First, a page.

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5G NSA vs. SA: How does each deployment mode differ?

Non-standalone 5G uses a combination of existing 4G LTE architecture with a 5G RAN. Standalone 5G, on the other hand, uses a 5G RAN and a cloud-native 5G core.

Prior to its release, 5G had been long touted as a major upgrade to cellular networking technology. With 5G no longer in its infancy, U.S. mobile network operators, or MNOs, have started to distribute 5G across the nation.

MNOs have two main options to choose from when deploying 5G: non-standalone (NSA) and standalone (SA).

NSA dominated as the top choice for initial 5G deployments among MNOs, thanks to existing cellular infrastructure. But, as SA 5G deployments take off, it's important to understand the distinctions between the two. Both approaches are valid ways of constructing a 5G network, but the chosen deployment mode determines how efficiently the 5G network operates.

Both NSA and SA use the 5G New Radio (5G NR) interface, enabling them to deliver features and capabilities based on the standards defined by the 3rd Generation Partnership Project (3GPP). 5G NR offers myriad use cases, but one of its most essential features is it provides a path from 4G LTE to 5G.

Non-standalone 5G

When it comes to NSA 5G, the clue is in the name: It's 5G that can't stand on its own in terms of infrastructure. NSA is a 5G radio access network (RAN) that operates on a legacy 4G LTE core -- known as Evolved Packet Core (EPC) -- and manages control plane functions. NSA includes both a 4G and 5G base station, but the 4G base station takes precedence. Because the NR control plane anchors to the EPC, radio frequency signals forward to the primary 4G base station.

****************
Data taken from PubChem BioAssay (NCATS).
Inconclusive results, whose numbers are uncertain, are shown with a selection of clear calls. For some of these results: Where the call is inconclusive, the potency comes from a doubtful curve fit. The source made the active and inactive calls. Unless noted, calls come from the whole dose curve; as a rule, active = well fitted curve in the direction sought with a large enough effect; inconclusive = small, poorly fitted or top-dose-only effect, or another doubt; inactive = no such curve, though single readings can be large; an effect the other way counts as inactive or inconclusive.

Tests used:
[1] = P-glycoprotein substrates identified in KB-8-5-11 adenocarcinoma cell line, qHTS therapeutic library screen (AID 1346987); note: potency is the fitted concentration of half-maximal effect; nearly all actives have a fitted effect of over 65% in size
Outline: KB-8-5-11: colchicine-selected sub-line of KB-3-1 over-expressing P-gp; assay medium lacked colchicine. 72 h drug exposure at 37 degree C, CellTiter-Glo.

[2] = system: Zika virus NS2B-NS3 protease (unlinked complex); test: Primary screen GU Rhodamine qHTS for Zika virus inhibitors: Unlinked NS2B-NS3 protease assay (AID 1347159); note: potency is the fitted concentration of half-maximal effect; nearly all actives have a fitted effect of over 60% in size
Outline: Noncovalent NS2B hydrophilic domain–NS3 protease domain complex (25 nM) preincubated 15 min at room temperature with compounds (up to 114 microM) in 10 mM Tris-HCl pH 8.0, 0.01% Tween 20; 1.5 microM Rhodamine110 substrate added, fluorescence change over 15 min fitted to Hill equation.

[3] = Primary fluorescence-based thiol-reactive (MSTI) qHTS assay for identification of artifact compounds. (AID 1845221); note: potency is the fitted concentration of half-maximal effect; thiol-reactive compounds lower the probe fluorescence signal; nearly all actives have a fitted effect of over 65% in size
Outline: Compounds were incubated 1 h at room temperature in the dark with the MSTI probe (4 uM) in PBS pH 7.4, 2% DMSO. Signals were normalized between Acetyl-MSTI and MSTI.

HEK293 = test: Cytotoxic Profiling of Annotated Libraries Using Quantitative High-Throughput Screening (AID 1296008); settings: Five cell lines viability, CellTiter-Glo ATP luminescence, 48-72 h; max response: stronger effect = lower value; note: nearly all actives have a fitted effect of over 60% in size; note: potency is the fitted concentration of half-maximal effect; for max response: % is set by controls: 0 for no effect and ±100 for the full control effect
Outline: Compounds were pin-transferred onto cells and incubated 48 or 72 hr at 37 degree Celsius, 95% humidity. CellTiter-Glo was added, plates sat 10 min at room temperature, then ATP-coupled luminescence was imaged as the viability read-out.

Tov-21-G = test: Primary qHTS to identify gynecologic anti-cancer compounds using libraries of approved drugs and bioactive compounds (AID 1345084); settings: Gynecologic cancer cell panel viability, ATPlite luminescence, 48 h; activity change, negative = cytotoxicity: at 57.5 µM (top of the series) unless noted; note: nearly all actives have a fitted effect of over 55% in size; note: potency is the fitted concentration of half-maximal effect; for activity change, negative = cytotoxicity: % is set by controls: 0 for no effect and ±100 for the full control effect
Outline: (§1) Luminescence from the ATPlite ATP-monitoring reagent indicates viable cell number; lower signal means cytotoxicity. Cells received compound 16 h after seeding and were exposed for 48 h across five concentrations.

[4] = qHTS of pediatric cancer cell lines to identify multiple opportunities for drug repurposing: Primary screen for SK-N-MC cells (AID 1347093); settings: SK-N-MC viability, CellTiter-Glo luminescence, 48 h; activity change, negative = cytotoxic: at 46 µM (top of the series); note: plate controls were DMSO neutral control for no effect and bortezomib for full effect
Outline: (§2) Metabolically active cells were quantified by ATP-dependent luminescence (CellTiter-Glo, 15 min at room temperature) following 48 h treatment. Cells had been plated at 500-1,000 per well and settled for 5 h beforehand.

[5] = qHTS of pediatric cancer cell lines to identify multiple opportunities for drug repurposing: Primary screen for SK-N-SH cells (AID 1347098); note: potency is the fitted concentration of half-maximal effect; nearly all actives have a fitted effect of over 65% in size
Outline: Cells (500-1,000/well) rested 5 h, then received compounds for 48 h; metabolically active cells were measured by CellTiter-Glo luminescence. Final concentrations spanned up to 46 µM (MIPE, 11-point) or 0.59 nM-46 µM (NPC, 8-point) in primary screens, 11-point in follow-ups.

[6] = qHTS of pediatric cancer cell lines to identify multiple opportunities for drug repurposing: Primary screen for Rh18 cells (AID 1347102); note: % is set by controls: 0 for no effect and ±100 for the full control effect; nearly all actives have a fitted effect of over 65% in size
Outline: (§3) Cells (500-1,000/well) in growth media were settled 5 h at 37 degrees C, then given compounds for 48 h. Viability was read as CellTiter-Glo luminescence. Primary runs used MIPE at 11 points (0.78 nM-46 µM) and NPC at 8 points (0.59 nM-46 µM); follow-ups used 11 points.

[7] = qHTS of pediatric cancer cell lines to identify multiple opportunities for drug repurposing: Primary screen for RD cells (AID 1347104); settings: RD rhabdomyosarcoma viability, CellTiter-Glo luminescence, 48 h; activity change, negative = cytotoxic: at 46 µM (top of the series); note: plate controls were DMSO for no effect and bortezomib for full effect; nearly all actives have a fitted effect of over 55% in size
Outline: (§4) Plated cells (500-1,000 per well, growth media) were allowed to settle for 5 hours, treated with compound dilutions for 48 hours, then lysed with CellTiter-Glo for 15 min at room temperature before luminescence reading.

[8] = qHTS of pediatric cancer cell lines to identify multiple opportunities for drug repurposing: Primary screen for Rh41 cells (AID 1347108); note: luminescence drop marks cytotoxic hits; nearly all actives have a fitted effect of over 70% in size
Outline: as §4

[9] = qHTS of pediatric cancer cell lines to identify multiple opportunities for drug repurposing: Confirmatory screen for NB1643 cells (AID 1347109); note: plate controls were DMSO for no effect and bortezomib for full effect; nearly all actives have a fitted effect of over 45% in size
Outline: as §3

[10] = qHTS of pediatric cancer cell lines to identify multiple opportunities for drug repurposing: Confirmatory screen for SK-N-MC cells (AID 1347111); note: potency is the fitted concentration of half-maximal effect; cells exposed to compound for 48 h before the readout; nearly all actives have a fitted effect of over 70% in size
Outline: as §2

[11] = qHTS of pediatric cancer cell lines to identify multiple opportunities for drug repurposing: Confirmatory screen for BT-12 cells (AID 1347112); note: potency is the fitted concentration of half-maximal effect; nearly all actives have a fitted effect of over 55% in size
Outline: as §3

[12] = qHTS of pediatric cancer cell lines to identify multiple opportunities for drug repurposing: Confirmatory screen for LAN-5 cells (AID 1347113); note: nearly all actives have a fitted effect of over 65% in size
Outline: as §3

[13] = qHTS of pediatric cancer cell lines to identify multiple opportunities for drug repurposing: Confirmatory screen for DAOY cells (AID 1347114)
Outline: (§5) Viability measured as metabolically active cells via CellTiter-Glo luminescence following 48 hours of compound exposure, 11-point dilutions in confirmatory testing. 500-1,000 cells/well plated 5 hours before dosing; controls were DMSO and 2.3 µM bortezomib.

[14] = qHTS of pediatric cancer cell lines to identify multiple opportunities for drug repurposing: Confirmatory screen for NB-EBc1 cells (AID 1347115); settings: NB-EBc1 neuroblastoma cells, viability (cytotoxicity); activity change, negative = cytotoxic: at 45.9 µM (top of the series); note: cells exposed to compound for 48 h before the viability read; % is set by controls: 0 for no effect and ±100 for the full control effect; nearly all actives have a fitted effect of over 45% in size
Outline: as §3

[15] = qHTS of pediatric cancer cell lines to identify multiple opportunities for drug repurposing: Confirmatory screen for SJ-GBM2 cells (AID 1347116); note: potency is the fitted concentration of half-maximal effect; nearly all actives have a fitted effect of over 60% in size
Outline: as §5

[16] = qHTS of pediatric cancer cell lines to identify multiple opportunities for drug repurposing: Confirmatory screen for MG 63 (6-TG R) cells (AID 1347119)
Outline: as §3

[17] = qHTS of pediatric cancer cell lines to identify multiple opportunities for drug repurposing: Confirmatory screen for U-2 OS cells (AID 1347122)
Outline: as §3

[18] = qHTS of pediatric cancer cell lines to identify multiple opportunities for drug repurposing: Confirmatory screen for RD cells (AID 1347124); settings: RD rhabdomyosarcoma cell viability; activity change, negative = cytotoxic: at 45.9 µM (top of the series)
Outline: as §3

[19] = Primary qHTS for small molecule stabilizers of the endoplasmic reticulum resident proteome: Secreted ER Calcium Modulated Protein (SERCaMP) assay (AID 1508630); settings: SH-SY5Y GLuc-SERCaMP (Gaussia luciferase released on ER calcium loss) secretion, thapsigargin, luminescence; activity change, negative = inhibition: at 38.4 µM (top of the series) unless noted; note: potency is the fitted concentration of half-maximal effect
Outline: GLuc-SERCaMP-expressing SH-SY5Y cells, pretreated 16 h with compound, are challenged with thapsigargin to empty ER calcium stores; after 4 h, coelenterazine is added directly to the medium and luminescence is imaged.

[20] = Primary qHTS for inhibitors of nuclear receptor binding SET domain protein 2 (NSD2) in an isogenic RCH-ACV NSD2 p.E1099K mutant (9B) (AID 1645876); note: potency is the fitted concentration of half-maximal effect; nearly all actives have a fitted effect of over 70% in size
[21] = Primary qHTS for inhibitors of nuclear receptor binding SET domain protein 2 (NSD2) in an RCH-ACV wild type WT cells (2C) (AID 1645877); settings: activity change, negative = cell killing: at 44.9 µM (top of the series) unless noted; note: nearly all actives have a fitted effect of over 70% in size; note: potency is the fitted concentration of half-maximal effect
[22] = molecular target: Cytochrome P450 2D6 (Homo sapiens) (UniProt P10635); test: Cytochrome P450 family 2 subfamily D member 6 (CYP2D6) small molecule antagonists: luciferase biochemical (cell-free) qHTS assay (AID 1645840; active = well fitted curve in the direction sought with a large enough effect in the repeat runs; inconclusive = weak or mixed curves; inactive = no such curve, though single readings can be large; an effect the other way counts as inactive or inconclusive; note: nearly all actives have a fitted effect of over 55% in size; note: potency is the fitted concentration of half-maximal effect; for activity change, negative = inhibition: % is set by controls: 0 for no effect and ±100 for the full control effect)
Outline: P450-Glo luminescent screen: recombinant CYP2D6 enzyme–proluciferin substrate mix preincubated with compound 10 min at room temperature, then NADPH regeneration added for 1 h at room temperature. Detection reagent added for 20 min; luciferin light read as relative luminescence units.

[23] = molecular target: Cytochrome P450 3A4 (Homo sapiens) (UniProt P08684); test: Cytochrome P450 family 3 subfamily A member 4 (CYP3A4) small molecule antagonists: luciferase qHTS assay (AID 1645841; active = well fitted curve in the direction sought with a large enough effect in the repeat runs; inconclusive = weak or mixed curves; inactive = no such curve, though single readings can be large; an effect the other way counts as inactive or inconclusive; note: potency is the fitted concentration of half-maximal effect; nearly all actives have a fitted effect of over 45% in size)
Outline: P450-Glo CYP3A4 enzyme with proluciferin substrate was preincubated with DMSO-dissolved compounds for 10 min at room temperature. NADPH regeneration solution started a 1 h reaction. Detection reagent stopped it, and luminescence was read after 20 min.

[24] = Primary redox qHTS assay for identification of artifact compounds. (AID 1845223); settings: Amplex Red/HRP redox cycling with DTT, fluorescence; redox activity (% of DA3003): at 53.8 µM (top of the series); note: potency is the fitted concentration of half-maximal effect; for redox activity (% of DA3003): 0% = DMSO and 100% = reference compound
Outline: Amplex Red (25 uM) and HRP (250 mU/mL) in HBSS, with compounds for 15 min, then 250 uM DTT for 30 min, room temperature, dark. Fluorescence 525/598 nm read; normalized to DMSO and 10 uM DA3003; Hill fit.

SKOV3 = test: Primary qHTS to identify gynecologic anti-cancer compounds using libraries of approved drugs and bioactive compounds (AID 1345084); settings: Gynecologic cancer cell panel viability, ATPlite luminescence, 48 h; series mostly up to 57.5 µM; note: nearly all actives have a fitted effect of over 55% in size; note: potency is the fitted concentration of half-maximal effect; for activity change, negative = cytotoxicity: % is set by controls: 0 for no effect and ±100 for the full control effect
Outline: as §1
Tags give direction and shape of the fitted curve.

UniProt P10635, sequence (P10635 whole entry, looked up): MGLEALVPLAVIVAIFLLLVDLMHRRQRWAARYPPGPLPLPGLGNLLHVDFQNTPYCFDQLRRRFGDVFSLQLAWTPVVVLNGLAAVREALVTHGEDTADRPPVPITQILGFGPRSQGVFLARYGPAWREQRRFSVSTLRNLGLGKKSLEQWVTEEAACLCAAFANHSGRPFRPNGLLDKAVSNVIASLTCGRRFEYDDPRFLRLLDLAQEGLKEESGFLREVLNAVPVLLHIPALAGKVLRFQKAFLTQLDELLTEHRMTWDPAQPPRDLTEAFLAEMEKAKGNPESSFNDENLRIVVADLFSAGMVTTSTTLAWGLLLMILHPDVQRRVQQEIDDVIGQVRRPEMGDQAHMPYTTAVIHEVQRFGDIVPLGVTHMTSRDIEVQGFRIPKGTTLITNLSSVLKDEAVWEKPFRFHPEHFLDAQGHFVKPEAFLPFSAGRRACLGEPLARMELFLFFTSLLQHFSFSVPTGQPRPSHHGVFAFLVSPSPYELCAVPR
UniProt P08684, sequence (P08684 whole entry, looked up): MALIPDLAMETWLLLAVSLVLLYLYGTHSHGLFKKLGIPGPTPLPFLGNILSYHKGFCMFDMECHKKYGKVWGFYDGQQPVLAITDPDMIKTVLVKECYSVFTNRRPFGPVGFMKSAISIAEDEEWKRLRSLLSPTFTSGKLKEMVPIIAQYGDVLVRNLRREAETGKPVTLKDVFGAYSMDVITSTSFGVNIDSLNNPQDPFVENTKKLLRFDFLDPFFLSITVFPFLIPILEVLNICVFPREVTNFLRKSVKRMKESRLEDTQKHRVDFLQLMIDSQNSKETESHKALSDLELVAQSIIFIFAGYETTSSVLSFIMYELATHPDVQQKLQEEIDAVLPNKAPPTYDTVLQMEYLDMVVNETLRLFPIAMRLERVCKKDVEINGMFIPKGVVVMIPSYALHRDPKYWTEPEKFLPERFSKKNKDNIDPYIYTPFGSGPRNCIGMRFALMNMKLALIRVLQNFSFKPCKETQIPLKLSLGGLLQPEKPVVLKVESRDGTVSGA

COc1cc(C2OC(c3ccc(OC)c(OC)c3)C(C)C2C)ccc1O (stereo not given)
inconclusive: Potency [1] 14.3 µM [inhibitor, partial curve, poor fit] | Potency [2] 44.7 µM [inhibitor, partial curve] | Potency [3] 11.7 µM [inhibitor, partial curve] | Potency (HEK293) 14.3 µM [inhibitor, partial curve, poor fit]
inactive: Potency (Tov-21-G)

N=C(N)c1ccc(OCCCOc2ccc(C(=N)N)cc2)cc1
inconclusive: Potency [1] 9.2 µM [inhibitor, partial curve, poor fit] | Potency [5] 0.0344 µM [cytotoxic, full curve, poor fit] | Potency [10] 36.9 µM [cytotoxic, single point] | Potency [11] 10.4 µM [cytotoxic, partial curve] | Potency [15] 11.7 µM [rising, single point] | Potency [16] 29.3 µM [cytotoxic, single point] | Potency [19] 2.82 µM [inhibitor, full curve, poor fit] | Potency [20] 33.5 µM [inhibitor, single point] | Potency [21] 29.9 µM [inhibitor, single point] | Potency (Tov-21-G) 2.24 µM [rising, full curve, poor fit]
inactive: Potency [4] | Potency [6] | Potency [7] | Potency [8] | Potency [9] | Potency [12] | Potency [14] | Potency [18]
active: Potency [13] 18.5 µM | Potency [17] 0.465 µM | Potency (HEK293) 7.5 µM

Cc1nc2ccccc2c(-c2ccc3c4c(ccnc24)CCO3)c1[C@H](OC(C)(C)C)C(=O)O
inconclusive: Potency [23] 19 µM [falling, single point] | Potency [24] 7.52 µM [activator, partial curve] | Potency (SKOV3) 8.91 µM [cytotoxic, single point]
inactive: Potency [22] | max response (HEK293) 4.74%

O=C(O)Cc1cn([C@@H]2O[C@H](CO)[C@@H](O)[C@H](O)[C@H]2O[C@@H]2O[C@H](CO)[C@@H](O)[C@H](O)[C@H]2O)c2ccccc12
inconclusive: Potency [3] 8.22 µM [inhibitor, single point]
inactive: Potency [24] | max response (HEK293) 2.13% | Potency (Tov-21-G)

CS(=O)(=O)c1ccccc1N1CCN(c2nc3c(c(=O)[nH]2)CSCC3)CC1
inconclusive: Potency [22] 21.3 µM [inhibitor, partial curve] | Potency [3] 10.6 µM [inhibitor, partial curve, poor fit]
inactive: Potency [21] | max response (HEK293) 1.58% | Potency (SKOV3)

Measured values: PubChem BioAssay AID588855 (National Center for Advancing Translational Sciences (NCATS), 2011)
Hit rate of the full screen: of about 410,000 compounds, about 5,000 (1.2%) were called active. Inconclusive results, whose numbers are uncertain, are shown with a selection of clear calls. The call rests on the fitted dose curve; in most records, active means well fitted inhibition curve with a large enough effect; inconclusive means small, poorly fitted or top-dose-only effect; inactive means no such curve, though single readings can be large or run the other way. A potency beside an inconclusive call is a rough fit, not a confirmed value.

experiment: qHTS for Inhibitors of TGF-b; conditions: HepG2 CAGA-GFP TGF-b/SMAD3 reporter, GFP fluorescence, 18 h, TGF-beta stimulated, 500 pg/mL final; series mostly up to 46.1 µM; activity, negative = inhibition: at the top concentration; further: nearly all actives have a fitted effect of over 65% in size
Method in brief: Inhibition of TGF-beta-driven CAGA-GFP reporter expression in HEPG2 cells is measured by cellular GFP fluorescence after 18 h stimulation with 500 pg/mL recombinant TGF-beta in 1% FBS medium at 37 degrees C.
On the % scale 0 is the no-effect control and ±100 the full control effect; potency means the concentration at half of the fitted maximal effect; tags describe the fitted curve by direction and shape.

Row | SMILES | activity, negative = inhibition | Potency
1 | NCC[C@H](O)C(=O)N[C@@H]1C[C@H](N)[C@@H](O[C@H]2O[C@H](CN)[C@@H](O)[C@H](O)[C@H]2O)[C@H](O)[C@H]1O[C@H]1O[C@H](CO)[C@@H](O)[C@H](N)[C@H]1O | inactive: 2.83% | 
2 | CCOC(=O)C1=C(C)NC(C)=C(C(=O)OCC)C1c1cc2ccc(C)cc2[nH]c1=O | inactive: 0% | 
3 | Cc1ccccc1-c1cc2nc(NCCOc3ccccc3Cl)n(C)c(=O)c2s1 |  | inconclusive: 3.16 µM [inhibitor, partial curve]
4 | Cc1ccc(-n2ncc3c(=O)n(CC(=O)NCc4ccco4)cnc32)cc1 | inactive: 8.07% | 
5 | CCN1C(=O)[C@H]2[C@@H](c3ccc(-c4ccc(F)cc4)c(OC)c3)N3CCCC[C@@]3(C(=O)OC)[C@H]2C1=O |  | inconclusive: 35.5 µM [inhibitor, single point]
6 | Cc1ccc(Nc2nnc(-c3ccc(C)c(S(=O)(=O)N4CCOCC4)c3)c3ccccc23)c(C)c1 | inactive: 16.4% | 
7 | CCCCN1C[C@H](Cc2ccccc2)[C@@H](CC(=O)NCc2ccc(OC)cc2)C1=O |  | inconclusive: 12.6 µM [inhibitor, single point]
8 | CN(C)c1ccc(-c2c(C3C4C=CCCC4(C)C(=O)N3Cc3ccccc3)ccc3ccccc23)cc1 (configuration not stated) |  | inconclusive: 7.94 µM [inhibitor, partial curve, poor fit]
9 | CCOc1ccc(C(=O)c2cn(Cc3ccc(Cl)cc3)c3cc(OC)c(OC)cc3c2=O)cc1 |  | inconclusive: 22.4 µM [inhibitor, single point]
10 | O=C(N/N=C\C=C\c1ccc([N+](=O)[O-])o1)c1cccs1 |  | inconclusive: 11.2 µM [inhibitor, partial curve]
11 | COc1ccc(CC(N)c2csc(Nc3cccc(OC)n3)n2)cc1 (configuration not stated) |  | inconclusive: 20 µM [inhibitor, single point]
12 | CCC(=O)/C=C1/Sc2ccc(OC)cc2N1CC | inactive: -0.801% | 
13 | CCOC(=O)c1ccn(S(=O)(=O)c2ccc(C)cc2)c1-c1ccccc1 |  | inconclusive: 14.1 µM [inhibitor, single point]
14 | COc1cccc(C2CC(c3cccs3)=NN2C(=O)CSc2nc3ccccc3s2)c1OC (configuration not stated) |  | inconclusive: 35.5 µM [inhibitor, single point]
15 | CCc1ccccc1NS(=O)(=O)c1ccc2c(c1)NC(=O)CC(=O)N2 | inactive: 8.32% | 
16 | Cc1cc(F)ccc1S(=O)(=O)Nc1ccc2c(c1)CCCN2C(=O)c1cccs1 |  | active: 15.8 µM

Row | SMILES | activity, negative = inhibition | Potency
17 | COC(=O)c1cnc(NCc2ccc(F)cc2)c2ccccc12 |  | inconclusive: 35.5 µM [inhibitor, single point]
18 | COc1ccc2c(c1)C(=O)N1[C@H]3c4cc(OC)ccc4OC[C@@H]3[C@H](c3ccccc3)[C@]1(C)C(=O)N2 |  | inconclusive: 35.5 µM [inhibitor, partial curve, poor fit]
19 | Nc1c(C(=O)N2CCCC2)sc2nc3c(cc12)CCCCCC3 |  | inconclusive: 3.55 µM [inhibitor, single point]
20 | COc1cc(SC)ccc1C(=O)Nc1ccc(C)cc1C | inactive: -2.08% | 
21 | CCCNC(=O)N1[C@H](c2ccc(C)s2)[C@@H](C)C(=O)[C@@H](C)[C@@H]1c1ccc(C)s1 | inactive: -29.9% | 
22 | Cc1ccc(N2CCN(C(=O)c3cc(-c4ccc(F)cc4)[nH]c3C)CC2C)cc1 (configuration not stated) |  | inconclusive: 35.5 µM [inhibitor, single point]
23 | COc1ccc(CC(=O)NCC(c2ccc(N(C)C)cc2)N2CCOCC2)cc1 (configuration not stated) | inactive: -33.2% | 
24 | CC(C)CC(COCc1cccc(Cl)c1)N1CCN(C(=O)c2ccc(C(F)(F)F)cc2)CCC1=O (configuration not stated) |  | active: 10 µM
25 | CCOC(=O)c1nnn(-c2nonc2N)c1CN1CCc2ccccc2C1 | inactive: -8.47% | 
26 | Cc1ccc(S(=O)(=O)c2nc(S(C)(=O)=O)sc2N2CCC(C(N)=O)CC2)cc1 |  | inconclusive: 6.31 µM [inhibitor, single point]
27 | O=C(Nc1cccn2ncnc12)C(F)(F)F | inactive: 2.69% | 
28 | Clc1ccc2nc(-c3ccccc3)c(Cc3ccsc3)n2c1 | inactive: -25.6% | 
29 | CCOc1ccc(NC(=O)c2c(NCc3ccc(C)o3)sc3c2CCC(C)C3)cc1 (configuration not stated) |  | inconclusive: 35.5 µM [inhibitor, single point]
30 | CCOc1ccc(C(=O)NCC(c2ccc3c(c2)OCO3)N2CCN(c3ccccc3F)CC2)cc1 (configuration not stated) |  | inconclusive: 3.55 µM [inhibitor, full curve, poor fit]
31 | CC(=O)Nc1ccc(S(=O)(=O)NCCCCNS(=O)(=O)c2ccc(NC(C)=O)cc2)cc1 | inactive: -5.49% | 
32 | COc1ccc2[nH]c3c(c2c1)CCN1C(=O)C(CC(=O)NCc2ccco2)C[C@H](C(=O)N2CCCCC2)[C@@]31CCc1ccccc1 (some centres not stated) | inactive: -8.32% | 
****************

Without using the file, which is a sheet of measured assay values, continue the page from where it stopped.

NSA 5G, also known as Release 15 by 3GPP, is considered the first stage of 5G. Initial 5G deployments used NSA because MNOs could use their current infrastructure to build a 5G network. Carriers with 4G LTE networks could implement a 5G RAN on top of their existing architectures. NSA 5G can serve as a steppingstone for carriers unprepared to make a hefty investment when transitioning from legacy 4G LTE to 5G networks.

The drawback of NSA 5G, however, is it can't deliver certain capabilities that a pure, unfettered SA 5G network can. For example, NSA doesn't enable the low latency that is one of the biggest draws to 5G. Another disadvantage of NSA is it requires a higher level of energy to power 5G networks with 4G infrastructure. 5G NR is more energy-efficient than LTE, IEEE reported, but using two different forms of cellular technology massively increases power consumption in a network.

NSA 5G also shouldn't be confused with dynamic spectrum sharing (DSS), another method of deploying 5G with 4G technology. While NSA creates a 5G network with 4G infrastructure using dual connectivity, DSS permits 4G LTE and 5G NR to coexist in the same frequency band. 5G networks have a variety of spectrum bands available for use, and DSS distributes spectrum between bands based on user demands.

Benefits of NSA 5G

  • Reduced costs. MNOs can build out a 5G network on top of their existing 4G infrastructure instead of investing in a new, costly 5G core.
  • Easy deployment. NSA networks use 4G infrastructure with which MNOs are already familiar, simplifying both the configuration and updating processes.
  • Fast rollout. MNOs can release an operational 5G network quicker with NSA by using current 4G infrastructure.